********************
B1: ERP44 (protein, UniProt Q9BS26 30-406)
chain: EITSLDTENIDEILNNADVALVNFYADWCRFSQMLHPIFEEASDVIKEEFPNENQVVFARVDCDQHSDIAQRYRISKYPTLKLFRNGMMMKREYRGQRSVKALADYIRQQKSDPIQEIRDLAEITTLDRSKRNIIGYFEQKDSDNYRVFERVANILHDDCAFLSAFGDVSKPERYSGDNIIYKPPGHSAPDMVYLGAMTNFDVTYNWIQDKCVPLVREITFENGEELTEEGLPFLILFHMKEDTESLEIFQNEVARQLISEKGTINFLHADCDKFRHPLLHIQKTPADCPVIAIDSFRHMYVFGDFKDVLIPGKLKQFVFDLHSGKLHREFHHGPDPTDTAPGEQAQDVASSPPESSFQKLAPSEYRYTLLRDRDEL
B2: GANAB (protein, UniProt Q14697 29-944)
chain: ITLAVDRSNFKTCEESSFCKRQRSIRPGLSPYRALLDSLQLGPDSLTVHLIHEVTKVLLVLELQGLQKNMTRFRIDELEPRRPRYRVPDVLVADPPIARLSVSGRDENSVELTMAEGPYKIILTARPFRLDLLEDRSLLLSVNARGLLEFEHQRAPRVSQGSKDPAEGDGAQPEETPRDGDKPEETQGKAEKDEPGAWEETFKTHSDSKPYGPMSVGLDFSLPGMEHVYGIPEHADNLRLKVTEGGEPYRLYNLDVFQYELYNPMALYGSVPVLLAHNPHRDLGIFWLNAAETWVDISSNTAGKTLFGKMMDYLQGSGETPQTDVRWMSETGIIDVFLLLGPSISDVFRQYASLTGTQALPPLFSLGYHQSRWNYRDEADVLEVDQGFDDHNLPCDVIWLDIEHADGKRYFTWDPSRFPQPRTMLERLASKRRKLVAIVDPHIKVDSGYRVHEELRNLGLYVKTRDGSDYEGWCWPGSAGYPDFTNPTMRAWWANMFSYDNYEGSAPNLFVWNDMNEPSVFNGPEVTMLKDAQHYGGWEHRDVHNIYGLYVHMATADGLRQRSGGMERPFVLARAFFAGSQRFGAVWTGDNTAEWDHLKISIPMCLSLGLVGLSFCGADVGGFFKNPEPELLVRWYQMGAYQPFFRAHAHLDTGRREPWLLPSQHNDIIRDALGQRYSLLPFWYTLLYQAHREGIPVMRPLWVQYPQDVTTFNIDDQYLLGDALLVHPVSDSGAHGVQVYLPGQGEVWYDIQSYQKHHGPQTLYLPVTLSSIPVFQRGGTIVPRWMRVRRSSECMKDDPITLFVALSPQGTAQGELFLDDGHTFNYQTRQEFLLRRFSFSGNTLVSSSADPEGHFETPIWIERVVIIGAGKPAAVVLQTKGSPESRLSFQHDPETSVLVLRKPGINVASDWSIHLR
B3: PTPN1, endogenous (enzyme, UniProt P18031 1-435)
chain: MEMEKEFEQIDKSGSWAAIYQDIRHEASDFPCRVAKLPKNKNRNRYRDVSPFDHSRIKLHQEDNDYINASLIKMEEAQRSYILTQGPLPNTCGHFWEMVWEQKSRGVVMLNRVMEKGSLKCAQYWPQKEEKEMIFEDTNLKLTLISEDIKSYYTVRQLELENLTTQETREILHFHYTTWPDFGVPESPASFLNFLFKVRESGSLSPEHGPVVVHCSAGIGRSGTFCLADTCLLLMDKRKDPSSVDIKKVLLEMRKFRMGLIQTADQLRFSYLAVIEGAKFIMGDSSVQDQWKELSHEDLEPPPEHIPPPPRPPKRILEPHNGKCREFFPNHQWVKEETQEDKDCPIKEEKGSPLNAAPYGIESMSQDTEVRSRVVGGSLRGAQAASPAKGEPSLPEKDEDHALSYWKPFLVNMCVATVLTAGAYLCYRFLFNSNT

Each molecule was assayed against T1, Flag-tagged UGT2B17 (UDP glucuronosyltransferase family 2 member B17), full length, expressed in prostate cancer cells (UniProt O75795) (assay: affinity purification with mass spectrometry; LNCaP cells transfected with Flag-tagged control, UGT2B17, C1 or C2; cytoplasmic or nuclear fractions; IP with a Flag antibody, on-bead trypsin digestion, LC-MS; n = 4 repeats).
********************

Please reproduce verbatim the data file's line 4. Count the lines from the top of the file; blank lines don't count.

chain: ITLAVDRSNFKTCEESSFCKRQRSIRPGLSPYRALLDSLQLGPDSLTVHLIHEVTKVLLVLELQGLQKNMTRFRIDELEPRRPRYRVPDVLVADPPIARLSVSGRDENSVELTMAEGPYKIILTARPFRLDLLEDRSLLLSVNARGLLEFEHQRAPRVSQGSKDPAEGDGAQPEETPRDGDKPEETQGKAEKDEPGAWEETFKTHSDSKPYGPMSVGLDFSLPGMEHVYGIPEHADNLRLKVTEGGEPYRLYNLDVFQYELYNPMALYGSVPVLLAHNPHRDLGIFWLNAAETWVDISSNTAGKTLFGKMMDYLQGSGETPQTDVRWMSETGIIDVFLLLGPSISDVFRQYASLTGTQALPPLFSLGYHQSRWNYRDEADVLEVDQGFDDHNLPCDVIWLDIEHADGKRYFTWDPSRFPQPRTMLERLASKRRKLVAIVDPHIKVDSGYRVHEELRNLGLYVKTRDGSDYEGWCWPGSAGYPDFTNPTMRAWWANMFSYDNYEGSAPNLFVWNDMNEPSVFNGPEVTMLKDAQHYGGWEHRDVHNIYGLYVHMATADGLRQRSGGMERPFVLARAFFAGSQRFGAVWTGDNTAEWDHLKISIPMCLSLGLVGLSFCGADVGGFFKNPEPELLVRWYQMGAYQPFFRAHAHLDTGRREPWLLPSQHNDIIRDALGQRYSLLPFWYTLLYQAHREGIPVMRPLWVQYPQDVTTFNIDDQYLLGDALLVHPVSDSGAHGVQVYLPGQGEVWYDIQSYQKHHGPQTLYLPVTLSSIPVFQRGGTIVPRWMRVRRSSECMKDDPITLFVALSPQGTAQGELFLDDGHTFNYQTRQEFLLRRFSFSGNTLVSSSADPEGHFETPIWIERVVIIGAGKPAAVVLQTKGSPESRLSFQHDPETSVLVLRKPGINVASDWSIHLR